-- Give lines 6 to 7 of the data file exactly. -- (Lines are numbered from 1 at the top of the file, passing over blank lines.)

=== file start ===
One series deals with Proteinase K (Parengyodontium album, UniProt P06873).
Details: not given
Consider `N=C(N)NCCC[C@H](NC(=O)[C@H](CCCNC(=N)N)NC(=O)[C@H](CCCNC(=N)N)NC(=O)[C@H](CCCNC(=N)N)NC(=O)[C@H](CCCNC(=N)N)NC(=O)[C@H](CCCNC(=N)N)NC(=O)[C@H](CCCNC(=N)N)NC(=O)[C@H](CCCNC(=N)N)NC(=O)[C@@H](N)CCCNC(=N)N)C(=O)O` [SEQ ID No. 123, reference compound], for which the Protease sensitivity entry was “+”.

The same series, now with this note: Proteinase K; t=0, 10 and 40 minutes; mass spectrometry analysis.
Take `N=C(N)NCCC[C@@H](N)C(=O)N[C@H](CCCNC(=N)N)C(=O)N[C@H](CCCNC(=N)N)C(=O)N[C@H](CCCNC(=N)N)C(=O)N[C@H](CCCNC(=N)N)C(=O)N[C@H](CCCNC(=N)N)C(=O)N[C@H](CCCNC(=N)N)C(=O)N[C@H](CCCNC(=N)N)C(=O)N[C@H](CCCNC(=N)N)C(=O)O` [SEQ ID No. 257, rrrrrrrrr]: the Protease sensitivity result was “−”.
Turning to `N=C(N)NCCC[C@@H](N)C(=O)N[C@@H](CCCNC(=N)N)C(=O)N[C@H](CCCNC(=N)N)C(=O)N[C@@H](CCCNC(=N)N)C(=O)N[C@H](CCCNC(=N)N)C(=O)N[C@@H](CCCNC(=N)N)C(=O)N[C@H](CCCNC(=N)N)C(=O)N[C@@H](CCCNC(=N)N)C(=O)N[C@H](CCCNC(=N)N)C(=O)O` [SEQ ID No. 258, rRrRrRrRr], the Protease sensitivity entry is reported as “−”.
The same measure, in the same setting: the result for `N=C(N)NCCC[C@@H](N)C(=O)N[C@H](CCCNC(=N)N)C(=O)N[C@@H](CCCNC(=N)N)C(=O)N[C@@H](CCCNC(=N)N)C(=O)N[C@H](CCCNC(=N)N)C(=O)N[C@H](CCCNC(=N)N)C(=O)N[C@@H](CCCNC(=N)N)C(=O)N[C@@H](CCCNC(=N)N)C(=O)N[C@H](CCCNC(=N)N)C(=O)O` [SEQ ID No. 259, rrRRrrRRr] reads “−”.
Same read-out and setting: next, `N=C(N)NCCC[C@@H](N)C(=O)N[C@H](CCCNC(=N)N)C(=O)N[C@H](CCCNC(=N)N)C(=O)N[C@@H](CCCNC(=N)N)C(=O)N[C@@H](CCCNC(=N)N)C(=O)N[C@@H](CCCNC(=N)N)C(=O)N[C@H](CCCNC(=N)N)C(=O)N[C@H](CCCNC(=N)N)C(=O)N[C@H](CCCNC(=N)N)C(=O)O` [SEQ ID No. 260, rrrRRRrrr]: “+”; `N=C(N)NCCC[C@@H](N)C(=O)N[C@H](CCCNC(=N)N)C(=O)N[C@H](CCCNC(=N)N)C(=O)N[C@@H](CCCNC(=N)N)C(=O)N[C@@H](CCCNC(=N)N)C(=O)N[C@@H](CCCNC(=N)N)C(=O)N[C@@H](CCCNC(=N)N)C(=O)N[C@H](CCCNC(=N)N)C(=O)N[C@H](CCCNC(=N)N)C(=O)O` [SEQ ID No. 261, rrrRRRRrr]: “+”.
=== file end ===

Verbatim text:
Turning to `N=C(N)NCCC[C@@H](N)C(=O)N[C@@H](CCCNC(=N)N)C(=O)N[C@H](CCCNC(=N)N)C(=O)N[C@@H](CCCNC(=N)N)C(=O)N[C@H](CCCNC(=N)N)C(=O)N[C@@H](CCCNC(=N)N)C(=O)N[C@H](CCCNC(=N)N)C(=O)N[C@@H](CCCNC(=N)N)C(=O)N[C@H](CCCNC(=N)N)C(=O)O` [SEQ ID No. 258, rRrRrRrRr], the Protease sensitivity entry is reported as “−”.
The same measure, in the same setting: the result for `N=C(N)NCCC[C@@H](N)C(=O)N[C@H](CCCNC(=N)N)C(=O)N[C@@H](CCCNC(=N)N)C(=O)N[C@@H](CCCNC(=N)N)C(=O)N[C@H](CCCNC(=N)N)C(=O)N[C@H](CCCNC(=N)N)C(=O)N[C@@H](CCCNC(=N)N)C(=O)N[C@@H](CCCNC(=N)N)C(=O)N[C@H](CCCNC(=N)N)C(=O)O` [SEQ ID No. 259, rrRRrrRRr] reads “−”.